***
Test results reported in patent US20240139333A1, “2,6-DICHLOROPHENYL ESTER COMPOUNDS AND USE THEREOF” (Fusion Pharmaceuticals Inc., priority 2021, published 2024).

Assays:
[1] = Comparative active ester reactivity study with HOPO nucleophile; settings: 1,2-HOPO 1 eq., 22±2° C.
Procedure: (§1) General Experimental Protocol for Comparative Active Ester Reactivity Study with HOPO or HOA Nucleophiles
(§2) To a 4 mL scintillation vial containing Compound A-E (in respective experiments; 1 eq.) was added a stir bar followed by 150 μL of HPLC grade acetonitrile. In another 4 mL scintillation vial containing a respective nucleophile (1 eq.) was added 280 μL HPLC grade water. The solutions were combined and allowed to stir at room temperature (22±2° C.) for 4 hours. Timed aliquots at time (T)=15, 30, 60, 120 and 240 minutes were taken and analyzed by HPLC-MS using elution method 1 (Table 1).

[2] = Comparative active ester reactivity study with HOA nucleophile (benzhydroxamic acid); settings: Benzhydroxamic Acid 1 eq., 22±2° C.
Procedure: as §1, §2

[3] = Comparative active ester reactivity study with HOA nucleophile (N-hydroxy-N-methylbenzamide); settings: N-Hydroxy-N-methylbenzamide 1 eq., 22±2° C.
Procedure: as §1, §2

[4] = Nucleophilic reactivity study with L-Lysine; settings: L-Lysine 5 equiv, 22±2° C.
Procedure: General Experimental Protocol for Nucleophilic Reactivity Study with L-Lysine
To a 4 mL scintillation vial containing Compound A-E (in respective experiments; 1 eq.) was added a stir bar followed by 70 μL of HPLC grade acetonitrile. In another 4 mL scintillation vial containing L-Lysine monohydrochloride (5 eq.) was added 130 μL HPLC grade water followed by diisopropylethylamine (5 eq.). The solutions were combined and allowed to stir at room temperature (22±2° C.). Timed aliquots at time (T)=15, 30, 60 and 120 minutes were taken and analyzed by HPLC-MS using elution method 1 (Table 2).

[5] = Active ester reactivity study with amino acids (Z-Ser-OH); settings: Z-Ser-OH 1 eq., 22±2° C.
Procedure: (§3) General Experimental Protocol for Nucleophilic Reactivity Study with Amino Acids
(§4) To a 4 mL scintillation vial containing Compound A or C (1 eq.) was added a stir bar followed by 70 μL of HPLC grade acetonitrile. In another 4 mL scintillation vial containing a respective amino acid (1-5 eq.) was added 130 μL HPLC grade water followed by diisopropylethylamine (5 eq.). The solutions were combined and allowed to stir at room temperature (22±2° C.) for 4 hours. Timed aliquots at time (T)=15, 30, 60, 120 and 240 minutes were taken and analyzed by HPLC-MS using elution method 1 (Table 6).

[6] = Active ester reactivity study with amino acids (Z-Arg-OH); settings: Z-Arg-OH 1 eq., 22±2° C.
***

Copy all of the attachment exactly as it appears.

Test results reported in patent US20240139333A1, “2,6-DICHLOROPHENYL ESTER COMPOUNDS AND USE THEREOF” (Fusion Pharmaceuticals Inc., priority 2021, published 2024).

Assays:
[1] = Comparative active ester reactivity study with HOPO nucleophile; settings: 1,2-HOPO 1 eq., 22±2° C.
Procedure: (§1) General Experimental Protocol for Comparative Active Ester Reactivity Study with HOPO or HOA Nucleophiles
(§2) To a 4 mL scintillation vial containing Compound A-E (in respective experiments; 1 eq.) was added a stir bar followed by 150 μL of HPLC grade acetonitrile. In another 4 mL scintillation vial containing a respective nucleophile (1 eq.) was added 280 μL HPLC grade water. The solutions were combined and allowed to stir at room temperature (22±2° C.) for 4 hours. Timed aliquots at time (T)=15, 30, 60, 120 and 240 minutes were taken and analyzed by HPLC-MS using elution method 1 (Table 1).

[2] = Comparative active ester reactivity study with HOA nucleophile (benzhydroxamic acid); settings: Benzhydroxamic Acid 1 eq., 22±2° C.
Procedure: as §1, §2

[3] = Comparative active ester reactivity study with HOA nucleophile (N-hydroxy-N-methylbenzamide); settings: N-Hydroxy-N-methylbenzamide 1 eq., 22±2° C.
Procedure: as §1, §2

[4] = Nucleophilic reactivity study with L-Lysine; settings: L-Lysine 5 equiv, 22±2° C.
Procedure: General Experimental Protocol for Nucleophilic Reactivity Study with L-Lysine
To a 4 mL scintillation vial containing Compound A-E (in respective experiments; 1 eq.) was added a stir bar followed by 70 μL of HPLC grade acetonitrile. In another 4 mL scintillation vial containing L-Lysine monohydrochloride (5 eq.) was added 130 μL HPLC grade water followed by diisopropylethylamine (5 eq.). The solutions were combined and allowed to stir at room temperature (22±2° C.). Timed aliquots at time (T)=15, 30, 60 and 120 minutes were taken and analyzed by HPLC-MS using elution method 1 (Table 2).

[5] = Active ester reactivity study with amino acids (Z-Ser-OH); settings: Z-Ser-OH 1 eq., 22±2° C.
Procedure: (§3) General Experimental Protocol for Nucleophilic Reactivity Study with Amino Acids
(§4) To a 4 mL scintillation vial containing Compound A or C (1 eq.) was added a stir bar followed by 70 μL of HPLC grade acetonitrile. In another 4 mL scintillation vial containing a respective amino acid (1-5 eq.) was added 130 μL HPLC grade water followed by diisopropylethylamine (5 eq.). The solutions were combined and allowed to stir at room temperature (22±2° C.) for 4 hours. Timed aliquots at time (T)=15, 30, 60, 120 and 240 minutes were taken and analyzed by HPLC-MS using elution method 1 (Table 6).

[6] = Active ester reactivity study with amino acids (Z-Arg-OH); settings: Z-Arg-OH 1 eq., 22±2° C.